Home » Could my child have FASD? » FASD Fast Facts

What is FASD?

Fetal Alcohol Spectrum Disorder (FASD) is an umbrella term that describes the range of effects that can occur in an individual who was exposed to alcohol in the womb. 

These include:

  • Fetal Alcohol Syndrome (FAS)
  • Partial Fetal Alcohol Syndrome (pFAS)
  • Static encephalopathy/alcohol exposed (SE/AE)
  • Neurobehavioral disorder with prenatal alcohol exposure (ND/PAE)

How much alcohol is dangerous?

Alcohol use during pregnancy is the leading known and preventable cause of intellectual disabilities and birth defects in the United States. (CDC, 2009)
No safe amount of alcoholThere is no known amount of alcohol that is safe to drink while pregnant. There is also no safe time to drink during pregnancy and no safe kind of alcohol to drink while pregnant.

Of all the substances of abuse (including heroin, cocaine and marijuana), alcohol produces, by far, the most serious neurobiological effects on the fetus (Institute of Medicine, 1996)

FASD is 100% preventable.  If you are pregnant or thinking about getting pregnant, do not drink alcohol.

How many people have FASD?

Current studies indicate that 1 in 20 persons is born with FASD. Only 20% of persons with FASD have the facial features associated with FAS. Most persons look like their peers but the brain damage caused by prenatal alcohol exposure is as severe if not more severe than those with FAS.  Because of this, FASD is known as an invisible disability.

Can FASD be prevented?

Yes! FASD is 100% preventable! If women did not drink alcohol during pregnancy there would be no children born with this disorder. The United States Surgeon General and the Centers for Disease Control and Prevention, along with other federal agencies recommend no alcohol consumption during pregnancy or when trying to become pregnant.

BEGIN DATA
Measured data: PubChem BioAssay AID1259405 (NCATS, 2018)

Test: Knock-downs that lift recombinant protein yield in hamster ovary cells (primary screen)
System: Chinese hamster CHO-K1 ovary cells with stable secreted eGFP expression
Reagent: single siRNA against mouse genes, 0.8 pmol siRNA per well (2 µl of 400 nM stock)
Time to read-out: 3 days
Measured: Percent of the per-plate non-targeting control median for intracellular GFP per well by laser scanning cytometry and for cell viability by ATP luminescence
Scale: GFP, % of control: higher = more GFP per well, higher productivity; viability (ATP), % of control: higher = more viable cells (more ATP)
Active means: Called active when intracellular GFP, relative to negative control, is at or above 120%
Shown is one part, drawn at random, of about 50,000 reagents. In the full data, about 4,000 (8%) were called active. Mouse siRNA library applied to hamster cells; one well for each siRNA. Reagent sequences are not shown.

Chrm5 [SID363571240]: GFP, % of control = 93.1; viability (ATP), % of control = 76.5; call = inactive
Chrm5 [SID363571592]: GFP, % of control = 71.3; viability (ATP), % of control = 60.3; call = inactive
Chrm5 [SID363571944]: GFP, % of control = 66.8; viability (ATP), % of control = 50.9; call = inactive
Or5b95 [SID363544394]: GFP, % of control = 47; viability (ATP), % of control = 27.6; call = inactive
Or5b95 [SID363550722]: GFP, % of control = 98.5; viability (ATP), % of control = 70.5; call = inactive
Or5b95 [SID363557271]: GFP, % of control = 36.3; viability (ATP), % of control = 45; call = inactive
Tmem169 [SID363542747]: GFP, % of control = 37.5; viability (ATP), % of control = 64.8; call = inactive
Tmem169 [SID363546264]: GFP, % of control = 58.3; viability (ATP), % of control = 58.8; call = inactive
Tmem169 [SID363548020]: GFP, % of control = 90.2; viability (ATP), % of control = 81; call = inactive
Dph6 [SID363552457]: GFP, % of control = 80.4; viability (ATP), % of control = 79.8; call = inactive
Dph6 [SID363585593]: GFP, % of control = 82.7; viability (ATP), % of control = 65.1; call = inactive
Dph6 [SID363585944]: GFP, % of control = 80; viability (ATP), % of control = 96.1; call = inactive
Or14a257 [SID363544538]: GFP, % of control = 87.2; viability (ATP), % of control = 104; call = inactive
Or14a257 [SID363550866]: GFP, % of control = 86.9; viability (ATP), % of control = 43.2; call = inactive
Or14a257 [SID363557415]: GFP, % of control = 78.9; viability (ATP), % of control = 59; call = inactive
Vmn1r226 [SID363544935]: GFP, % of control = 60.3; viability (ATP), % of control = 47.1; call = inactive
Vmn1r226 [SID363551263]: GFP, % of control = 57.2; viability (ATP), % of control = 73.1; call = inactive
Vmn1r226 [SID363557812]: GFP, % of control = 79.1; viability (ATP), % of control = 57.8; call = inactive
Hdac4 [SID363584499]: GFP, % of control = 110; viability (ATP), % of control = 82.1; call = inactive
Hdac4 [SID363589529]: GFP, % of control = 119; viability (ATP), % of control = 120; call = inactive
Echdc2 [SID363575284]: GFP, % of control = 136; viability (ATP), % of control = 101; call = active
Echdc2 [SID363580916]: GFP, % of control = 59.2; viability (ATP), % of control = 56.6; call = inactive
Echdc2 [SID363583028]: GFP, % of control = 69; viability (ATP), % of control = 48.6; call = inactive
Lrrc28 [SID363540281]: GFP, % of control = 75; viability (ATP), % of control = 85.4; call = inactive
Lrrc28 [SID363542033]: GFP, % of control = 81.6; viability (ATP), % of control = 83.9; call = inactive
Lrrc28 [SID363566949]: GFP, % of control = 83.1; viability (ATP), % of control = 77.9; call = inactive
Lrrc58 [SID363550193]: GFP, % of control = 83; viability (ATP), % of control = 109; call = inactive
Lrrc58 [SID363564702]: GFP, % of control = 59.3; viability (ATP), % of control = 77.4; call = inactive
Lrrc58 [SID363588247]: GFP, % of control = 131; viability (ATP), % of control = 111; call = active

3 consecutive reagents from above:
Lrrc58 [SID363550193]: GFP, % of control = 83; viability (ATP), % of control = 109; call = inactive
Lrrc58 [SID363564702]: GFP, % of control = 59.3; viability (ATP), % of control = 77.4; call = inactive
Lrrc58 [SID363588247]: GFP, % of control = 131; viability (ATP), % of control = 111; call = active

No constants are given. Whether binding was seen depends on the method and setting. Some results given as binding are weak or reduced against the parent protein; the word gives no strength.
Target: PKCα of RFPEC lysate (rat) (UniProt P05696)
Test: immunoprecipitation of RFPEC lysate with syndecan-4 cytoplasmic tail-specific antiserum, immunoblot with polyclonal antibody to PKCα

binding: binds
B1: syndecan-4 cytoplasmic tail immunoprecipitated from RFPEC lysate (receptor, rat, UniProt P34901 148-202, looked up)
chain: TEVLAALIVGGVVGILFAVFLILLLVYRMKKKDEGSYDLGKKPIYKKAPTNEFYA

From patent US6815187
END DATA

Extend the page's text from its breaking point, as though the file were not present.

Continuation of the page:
What are the effects of FASD?

Many individuals with FASD are smaller than their peers; some have distinctive facial characteristics.  However, brain damage can be extensive even if the facial features are minimal or not present.  Individuals with FASD face difficulty in navigating the world around them. They display characteristic behaviors that repeatedly get them into trouble. Depending on the timing and frequency of maternal alcohol consumption outcomes associated with prenatal alcohol exposure may include:

  • Abnormal facial features, such as a smooth ridge between the nose and upper lip (this ridge is called the philtrum)
  • Small head size
  • Shorter-than-average height
  • Low body weight
  • Poor coordination
  • Hyperactive behavior
  • Difficulty paying attention
  • Poor memory
  • Difficulty in school (especially with math)
  • Learning disabilities
  • Speech and language delays
  • Intellectual disability or low IQ
  • Poor reasoning and judgment skills
  • Sleep and sucking problems as a baby
  • Vision or hearing problems
  • Problems with the heart, kidneys, or bones

Why is diagnosis important?

Due to their strengths, parents, teachers and others often don’t discover their deficits and set expectations they cannot meet.

Strengths may include:

  • Outgoing
  • Friendly
  • Talkative
  • Bright in some areas: artistic, musical, or athletic
  • Willing
  • Helpful
  • Generous

What are the benefits of a diagnosis?

  • Provides answers and may lead to changes in expectations for individuals, families, and providers
  • Creates eligibility for services
  • Facilitates appropriate interventions and support

What treatment is available?

FASDs last a lifetime. There is no cure for FASDs, but research shows that early intervention treatment services can improve a child’s development.

There are many types of treatment options, including medication to help with some symptoms, behavior and education therapy, parent training, and other alternative approaches. No one treatment is right for every child. Good treatment plans will include close monitoring, follow-ups, and changes as needed along the way.

Double ARC has been working with children and families struggling with FASD since 1992. Contact us at info@doublearc.org or make a request using our request for services page for diagnosis and treatment options.